Thursday, June 19, 2008

October Surprise

Yesterday I happened upon a copy of the 1926 Newbery winner SHEN OF THE SEA : CHINESE STORIES FOR CHILDREN by Arthur Bowie Chrisman.

Originally published by Dutton in 1925, this is the dustjacket of the eighth printing, which was issued in November 1926:

I found this volume intriguing for several reasons.

Although the Newbery had only been around for four years, it already seemed to have some prestige and must have been considered quite a selling point, as it was played up so prominently on the cover. I was also impressed that the announcement of the medal was incorporated so well into the design, using the same colors and typeface employed in the original dustjacket. The back flap of the dustjacket also refers to this volume as being the "Newbery Medal Edition."

I'm assuming that these components did help sales. According to the copyright page, SHEN OF THE SEA was first published in July 1925. It went back for a second printing in December and returned for a third in July 1926. Then the award was announced in October 1926 -- leading to three quick printings that month and two more in November. Then, as now, winning the Newbery seemed to assure bestsellerdom.

What intrigues me most about this book, though, is the date on the jacket: October 4, 1926.

Today we are all used to the award being announced in January and the presentation being made in June. Apparently this was not always the case. Based on some sources I've seen, it appears that the announcement and presentation of the awards were simultaneous in the early years. At least that's the impression I get from articles published in the New York Times about 1922's winner THE STORY OF MANKIND by Hendrik Van Loon and 1927's SMOKY THE COWHORSE by Will James. Those awards appear to have been both announced AND presented in June.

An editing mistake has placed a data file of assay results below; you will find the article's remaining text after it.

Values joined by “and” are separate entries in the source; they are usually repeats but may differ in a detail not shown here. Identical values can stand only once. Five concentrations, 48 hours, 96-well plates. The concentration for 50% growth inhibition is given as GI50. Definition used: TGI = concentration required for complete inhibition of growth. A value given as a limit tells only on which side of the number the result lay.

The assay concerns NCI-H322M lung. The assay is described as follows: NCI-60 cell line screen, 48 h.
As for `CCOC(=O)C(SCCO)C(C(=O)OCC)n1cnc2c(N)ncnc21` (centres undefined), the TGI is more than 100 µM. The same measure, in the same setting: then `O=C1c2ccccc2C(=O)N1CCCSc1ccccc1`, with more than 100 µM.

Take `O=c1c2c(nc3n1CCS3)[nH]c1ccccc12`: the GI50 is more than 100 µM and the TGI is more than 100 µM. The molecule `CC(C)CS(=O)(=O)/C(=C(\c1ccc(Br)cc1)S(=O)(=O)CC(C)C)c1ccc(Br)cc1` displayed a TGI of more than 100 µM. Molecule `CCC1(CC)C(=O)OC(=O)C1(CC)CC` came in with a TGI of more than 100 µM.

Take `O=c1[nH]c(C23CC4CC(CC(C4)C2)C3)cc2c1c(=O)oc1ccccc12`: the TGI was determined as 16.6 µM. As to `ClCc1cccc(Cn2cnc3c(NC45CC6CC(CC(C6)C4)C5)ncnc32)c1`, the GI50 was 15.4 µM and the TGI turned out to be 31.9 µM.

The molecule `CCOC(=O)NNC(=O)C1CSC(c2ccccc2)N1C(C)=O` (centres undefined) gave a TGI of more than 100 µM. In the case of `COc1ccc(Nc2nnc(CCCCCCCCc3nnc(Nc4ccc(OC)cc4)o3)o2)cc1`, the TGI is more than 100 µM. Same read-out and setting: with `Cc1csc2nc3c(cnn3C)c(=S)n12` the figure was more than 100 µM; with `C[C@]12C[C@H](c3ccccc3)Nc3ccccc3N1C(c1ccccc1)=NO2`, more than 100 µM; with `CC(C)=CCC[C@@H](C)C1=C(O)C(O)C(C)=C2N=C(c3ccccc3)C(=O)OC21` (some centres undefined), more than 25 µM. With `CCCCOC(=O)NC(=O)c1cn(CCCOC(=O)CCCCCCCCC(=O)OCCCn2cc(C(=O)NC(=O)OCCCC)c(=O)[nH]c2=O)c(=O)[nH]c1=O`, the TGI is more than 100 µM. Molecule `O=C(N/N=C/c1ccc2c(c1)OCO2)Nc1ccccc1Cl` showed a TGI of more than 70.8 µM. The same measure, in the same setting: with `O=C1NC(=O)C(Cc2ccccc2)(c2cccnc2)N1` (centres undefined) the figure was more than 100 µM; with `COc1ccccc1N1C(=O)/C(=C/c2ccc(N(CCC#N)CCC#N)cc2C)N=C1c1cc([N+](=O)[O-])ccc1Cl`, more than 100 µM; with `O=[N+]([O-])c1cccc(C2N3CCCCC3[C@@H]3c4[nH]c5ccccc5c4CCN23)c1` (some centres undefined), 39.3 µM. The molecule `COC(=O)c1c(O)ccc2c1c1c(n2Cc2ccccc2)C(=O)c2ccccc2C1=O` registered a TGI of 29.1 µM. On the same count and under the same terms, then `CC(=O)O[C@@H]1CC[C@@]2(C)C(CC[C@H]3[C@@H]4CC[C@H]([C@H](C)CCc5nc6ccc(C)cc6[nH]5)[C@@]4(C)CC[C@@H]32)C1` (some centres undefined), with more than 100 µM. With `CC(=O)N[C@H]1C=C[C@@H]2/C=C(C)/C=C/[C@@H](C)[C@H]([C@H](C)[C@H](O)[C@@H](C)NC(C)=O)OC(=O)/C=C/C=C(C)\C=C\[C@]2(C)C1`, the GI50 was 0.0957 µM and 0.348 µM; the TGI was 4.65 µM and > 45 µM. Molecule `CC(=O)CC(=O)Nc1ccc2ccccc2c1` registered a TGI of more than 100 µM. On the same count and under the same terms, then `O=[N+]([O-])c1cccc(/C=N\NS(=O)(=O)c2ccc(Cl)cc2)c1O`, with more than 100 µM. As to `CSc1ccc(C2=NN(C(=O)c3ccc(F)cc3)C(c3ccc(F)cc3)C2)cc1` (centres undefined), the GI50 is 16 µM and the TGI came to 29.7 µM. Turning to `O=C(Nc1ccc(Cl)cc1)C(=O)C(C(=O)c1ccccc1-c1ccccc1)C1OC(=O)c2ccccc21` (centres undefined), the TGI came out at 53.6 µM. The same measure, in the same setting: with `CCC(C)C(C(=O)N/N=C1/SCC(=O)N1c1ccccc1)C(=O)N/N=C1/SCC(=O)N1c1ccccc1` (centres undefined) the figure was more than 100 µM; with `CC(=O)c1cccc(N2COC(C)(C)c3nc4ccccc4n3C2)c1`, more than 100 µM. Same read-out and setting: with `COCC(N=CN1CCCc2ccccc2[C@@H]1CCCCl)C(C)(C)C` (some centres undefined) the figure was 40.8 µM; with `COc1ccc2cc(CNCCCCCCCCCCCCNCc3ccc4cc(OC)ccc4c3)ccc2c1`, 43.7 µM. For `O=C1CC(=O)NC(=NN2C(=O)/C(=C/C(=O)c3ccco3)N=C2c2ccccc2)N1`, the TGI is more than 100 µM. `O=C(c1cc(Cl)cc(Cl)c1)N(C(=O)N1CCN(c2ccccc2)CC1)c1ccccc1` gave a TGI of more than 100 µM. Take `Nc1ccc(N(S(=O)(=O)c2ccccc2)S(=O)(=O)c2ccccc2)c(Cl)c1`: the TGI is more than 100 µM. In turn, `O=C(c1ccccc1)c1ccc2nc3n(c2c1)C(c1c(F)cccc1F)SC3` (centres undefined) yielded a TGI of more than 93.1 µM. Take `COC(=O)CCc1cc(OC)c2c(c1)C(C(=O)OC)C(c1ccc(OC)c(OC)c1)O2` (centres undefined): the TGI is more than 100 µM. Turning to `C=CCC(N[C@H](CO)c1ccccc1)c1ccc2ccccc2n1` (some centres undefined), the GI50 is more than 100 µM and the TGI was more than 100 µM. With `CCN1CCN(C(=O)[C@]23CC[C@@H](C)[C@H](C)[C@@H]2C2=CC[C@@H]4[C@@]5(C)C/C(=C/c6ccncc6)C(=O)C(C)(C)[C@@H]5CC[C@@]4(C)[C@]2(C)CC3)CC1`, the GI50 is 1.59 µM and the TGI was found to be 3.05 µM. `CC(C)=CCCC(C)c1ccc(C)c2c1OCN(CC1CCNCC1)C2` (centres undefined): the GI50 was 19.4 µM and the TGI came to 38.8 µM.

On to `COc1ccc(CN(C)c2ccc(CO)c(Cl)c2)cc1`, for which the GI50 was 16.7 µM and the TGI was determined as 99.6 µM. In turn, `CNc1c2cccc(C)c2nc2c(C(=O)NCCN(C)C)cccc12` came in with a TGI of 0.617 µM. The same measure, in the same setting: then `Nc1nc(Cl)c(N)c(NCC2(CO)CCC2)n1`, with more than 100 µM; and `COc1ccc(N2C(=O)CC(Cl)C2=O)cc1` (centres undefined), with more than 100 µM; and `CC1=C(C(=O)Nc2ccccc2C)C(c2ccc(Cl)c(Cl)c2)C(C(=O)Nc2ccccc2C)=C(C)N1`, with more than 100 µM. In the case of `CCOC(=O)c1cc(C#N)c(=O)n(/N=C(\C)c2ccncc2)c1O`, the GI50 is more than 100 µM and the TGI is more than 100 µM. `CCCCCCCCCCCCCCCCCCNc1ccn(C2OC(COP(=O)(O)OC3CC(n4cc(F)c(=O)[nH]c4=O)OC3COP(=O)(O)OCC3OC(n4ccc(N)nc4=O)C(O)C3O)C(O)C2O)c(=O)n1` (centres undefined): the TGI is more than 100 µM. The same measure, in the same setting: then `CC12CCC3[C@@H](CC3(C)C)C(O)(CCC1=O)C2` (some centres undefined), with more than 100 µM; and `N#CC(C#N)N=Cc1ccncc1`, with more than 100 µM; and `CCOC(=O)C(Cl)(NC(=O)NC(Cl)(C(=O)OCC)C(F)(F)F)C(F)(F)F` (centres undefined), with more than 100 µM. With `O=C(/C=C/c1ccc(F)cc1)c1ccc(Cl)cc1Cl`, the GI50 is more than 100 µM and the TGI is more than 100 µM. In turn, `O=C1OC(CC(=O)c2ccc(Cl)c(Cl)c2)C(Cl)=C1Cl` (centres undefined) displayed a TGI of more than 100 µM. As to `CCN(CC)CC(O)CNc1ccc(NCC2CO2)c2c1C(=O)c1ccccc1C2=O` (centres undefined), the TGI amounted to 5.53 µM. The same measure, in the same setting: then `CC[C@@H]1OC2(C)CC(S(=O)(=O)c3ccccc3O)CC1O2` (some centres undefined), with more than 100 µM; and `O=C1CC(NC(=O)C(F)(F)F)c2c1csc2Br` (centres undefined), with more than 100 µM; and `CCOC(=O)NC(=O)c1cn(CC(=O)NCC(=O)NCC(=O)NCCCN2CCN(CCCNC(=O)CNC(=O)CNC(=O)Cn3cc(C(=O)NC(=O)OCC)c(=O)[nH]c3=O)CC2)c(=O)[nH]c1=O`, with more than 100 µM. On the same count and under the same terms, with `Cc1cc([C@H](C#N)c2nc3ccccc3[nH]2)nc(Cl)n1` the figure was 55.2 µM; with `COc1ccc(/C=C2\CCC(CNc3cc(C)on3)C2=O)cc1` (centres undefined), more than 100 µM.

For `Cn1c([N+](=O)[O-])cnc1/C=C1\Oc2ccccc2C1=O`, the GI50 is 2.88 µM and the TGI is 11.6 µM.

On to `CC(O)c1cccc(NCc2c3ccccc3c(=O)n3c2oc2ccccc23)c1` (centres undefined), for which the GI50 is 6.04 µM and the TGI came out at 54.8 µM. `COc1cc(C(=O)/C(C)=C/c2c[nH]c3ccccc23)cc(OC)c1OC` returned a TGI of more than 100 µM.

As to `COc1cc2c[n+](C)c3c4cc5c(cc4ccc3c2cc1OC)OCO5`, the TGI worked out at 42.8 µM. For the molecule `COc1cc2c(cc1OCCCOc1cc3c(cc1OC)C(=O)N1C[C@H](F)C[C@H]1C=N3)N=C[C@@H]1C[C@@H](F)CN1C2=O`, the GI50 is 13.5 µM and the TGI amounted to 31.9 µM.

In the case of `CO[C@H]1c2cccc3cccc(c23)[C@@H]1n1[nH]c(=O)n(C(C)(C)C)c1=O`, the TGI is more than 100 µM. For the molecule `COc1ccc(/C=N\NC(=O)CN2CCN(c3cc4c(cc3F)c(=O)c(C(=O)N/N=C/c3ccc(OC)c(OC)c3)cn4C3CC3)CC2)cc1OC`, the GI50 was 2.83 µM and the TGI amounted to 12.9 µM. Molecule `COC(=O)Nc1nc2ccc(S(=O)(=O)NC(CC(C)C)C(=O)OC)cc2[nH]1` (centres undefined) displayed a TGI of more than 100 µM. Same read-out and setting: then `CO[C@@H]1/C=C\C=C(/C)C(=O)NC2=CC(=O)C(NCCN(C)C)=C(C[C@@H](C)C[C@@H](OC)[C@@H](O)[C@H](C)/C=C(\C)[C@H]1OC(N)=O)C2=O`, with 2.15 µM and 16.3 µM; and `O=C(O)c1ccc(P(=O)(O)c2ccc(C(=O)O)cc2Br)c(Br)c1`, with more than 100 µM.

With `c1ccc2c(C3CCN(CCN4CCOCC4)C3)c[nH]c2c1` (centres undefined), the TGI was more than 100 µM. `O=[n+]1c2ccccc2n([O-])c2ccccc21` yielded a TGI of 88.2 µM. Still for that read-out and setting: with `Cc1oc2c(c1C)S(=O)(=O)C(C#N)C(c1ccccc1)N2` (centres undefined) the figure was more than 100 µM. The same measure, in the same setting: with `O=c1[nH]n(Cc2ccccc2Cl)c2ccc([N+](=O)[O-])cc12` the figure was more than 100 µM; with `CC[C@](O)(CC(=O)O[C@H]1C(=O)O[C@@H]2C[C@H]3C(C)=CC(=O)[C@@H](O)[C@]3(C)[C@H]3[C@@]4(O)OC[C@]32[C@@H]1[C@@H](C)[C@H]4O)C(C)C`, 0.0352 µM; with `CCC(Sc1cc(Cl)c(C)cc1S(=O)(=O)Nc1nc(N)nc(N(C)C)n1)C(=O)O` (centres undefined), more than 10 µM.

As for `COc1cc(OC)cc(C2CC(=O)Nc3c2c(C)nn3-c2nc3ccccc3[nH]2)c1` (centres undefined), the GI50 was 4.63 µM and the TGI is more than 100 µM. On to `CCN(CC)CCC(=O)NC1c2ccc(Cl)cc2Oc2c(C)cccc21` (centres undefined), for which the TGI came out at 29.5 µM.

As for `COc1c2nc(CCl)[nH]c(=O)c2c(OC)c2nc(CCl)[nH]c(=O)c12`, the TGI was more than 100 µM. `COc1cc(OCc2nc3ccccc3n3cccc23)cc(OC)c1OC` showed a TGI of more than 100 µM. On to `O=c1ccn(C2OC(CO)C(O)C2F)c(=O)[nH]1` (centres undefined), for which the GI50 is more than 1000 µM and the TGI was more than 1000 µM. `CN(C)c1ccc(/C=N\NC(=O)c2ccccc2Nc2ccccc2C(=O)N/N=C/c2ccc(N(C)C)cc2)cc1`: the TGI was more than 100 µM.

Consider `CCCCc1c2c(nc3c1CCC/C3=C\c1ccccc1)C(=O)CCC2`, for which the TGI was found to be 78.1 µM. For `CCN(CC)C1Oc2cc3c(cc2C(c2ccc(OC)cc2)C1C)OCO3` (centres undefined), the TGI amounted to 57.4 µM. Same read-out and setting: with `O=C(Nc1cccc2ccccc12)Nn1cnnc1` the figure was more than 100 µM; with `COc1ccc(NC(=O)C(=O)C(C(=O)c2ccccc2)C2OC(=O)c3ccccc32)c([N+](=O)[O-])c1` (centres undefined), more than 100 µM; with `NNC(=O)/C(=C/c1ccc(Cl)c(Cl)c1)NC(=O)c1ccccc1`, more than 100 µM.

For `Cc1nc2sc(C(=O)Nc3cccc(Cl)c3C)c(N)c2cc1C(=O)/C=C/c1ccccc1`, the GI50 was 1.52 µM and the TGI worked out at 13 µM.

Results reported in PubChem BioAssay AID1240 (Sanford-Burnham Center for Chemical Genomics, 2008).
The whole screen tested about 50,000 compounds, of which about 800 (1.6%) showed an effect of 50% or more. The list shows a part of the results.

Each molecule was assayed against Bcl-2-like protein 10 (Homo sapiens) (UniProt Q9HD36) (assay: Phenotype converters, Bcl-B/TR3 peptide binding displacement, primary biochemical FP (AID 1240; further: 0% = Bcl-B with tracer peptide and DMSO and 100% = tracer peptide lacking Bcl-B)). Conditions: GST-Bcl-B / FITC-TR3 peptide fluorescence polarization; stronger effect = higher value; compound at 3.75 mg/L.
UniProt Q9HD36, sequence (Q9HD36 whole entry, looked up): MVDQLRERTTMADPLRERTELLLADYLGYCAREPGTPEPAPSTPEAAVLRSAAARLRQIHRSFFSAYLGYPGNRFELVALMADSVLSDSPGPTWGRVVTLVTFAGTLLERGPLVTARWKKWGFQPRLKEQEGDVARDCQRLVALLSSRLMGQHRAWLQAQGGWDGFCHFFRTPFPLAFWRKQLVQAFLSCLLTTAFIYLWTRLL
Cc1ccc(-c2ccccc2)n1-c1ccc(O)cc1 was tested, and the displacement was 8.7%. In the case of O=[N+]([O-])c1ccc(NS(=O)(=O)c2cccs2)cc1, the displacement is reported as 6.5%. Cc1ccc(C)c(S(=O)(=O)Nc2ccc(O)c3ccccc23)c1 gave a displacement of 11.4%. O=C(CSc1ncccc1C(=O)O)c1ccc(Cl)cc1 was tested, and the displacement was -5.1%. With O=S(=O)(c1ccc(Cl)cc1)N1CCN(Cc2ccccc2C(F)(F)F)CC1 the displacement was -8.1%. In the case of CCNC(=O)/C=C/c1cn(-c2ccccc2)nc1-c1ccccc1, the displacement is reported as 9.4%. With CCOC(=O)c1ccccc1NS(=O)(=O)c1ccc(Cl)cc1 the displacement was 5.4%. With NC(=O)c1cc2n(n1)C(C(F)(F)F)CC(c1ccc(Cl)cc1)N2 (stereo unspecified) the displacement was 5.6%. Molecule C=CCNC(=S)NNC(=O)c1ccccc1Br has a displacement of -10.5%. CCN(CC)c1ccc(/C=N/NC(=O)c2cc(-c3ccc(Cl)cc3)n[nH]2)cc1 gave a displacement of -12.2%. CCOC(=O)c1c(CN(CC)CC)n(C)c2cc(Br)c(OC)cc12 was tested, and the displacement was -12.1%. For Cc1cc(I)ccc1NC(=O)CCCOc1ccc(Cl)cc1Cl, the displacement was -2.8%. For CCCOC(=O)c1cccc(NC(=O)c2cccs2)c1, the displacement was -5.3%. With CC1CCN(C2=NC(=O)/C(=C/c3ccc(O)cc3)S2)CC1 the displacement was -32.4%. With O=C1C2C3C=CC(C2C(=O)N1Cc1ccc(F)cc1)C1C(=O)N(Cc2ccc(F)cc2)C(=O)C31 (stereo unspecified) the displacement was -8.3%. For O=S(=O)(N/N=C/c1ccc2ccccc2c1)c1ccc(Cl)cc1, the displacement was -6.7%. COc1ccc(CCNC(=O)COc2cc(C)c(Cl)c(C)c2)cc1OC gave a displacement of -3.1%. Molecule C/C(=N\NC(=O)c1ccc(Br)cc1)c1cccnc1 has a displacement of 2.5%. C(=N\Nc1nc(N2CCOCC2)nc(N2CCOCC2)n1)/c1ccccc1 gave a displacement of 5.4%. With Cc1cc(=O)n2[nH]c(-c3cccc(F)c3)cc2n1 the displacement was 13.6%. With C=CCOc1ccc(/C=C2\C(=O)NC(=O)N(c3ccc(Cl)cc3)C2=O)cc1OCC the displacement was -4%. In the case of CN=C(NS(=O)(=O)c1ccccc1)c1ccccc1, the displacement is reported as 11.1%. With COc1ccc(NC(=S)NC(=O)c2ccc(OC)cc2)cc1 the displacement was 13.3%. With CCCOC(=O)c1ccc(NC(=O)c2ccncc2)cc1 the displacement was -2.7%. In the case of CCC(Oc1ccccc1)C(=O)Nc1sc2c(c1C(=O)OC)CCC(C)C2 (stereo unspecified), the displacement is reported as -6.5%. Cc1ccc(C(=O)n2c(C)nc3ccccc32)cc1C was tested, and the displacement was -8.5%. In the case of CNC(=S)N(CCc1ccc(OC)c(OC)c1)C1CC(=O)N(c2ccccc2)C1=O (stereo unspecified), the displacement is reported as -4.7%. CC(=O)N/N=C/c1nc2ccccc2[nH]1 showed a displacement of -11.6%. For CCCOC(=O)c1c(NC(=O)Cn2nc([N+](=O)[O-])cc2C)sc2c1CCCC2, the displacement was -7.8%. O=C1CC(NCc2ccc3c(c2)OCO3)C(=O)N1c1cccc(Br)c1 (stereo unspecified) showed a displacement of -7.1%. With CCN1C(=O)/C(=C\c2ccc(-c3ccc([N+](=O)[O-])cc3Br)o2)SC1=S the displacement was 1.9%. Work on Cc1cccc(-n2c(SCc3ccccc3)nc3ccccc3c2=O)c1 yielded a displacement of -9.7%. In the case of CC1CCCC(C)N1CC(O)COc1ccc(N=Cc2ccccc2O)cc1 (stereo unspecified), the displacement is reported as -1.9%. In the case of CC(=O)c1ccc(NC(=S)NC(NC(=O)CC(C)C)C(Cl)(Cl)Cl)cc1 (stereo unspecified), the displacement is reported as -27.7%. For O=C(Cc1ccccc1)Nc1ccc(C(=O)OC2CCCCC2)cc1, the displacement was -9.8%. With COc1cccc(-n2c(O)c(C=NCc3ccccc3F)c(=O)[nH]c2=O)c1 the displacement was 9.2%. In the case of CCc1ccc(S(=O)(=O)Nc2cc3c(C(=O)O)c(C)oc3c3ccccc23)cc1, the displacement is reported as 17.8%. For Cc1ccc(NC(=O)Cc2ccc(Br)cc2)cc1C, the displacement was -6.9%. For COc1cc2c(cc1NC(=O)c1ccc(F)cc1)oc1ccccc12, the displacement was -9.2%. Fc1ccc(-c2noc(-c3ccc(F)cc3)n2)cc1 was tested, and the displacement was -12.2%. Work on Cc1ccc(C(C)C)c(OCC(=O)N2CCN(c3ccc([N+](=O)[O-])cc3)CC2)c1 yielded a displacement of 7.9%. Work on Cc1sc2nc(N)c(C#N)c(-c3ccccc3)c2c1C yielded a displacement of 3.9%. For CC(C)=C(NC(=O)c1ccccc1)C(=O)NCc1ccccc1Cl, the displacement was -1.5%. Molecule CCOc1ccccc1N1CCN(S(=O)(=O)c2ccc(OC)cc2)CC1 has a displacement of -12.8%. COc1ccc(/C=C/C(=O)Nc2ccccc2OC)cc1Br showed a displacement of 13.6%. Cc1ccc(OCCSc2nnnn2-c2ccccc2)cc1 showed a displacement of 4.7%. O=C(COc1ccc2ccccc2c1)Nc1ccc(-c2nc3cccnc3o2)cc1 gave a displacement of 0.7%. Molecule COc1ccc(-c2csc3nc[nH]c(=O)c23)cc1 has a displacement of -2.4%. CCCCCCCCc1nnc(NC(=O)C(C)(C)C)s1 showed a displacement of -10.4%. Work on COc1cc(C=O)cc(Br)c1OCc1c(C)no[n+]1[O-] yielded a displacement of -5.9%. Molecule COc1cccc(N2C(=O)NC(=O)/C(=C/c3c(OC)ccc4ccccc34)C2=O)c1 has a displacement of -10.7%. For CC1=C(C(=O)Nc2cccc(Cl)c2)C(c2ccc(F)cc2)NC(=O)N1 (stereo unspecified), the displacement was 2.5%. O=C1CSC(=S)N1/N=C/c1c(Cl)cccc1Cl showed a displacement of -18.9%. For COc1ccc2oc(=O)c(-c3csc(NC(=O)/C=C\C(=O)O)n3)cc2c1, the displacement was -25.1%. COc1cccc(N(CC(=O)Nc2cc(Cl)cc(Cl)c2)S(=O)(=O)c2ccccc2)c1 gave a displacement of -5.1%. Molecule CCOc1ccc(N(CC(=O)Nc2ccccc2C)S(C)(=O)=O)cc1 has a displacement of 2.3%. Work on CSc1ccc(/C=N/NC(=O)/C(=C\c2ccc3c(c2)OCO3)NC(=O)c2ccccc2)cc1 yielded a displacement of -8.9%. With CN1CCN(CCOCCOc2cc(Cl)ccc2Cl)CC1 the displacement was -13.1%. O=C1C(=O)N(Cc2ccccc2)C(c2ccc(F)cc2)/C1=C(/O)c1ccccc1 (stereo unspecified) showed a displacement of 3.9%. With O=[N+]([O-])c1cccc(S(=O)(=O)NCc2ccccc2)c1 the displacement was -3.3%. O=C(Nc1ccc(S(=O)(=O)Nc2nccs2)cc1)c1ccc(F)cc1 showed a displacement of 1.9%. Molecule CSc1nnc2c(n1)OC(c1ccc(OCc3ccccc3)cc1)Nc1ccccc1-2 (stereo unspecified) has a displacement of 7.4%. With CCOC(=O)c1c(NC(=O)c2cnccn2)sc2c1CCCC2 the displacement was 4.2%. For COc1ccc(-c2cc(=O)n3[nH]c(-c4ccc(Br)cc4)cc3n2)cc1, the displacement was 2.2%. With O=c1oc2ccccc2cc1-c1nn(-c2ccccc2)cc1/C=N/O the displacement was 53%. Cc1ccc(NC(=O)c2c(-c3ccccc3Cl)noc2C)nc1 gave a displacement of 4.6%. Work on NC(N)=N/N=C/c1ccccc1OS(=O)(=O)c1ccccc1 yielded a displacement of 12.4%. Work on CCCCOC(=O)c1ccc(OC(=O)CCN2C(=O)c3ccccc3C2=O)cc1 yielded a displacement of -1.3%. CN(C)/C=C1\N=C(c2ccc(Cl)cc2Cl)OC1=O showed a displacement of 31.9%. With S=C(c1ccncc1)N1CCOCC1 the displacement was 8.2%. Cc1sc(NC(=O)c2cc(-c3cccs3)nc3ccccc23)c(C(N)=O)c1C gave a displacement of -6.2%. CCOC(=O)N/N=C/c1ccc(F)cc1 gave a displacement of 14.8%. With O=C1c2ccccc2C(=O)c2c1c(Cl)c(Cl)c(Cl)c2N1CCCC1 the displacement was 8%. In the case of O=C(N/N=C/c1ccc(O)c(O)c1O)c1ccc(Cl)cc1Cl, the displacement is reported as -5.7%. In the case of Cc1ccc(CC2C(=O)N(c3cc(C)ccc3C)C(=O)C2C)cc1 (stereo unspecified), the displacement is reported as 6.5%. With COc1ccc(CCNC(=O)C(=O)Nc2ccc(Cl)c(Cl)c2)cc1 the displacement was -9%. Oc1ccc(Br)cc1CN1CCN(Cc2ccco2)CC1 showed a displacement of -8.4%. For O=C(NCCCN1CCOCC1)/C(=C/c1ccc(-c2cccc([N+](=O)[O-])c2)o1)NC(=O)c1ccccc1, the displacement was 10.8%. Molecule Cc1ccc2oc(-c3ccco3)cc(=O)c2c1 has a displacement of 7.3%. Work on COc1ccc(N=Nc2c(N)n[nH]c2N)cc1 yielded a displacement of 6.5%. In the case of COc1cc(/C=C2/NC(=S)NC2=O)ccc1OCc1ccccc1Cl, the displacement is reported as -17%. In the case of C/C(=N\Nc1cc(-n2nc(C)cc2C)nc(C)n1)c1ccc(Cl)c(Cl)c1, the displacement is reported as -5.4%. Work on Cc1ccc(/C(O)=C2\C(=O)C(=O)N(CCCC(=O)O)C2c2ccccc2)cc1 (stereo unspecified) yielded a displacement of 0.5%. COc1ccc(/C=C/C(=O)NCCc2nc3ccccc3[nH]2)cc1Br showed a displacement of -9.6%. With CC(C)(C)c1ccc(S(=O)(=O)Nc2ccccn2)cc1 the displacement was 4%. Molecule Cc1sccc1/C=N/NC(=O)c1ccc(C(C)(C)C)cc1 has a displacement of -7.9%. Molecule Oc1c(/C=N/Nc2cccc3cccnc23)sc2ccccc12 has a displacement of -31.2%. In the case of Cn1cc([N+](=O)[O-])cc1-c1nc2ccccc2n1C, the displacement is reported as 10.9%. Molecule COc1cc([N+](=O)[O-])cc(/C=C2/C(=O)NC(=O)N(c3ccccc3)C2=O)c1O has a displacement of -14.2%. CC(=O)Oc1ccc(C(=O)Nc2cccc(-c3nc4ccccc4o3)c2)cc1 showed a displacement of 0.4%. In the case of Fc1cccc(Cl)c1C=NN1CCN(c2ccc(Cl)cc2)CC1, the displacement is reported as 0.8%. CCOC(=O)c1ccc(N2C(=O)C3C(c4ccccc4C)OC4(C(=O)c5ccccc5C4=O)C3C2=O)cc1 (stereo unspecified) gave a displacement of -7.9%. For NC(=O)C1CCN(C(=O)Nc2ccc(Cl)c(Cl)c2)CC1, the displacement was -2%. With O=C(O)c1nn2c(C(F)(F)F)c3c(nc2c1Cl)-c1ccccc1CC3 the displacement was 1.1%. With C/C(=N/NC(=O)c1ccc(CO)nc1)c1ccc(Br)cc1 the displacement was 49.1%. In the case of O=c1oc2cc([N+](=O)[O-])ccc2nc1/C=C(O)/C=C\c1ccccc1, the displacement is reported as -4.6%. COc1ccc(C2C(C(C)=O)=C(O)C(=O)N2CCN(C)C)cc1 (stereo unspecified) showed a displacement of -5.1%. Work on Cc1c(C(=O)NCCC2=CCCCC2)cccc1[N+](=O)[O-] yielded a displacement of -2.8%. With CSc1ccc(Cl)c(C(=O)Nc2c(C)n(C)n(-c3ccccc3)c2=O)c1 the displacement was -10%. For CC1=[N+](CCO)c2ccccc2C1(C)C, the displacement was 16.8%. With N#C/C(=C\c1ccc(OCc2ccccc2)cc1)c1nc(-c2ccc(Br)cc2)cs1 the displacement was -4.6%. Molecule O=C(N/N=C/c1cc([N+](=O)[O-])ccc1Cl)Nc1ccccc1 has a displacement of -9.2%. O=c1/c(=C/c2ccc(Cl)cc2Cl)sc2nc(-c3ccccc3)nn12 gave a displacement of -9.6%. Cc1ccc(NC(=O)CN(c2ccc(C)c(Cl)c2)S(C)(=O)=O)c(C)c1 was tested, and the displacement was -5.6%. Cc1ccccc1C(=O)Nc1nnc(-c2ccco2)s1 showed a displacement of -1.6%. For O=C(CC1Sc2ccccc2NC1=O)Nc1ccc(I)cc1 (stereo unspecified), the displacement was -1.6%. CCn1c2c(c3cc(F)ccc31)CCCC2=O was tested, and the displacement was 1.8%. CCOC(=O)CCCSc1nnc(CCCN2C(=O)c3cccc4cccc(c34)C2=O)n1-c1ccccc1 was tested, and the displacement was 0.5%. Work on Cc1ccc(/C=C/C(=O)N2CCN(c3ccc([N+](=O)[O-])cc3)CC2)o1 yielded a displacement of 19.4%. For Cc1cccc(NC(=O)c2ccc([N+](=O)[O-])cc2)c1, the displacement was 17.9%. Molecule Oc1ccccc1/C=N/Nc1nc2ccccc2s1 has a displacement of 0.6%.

If the awards were given in June both prior and subsequent to SHEN OF THE SEA winning, why was the 1926 Newbery announced and presented so tardily in October -- a full year and a quarter after the book's publication?

I guess I'll have to do more research to find the answer.

One thing I've learned about children's books is that the more you think you know, the more you need to learn.

1 comment:

Kim Laird said...

Hi Peter, I thought you might like to know about Tasha Tudor's passing on June 18th. I love her work & her life is so interesting.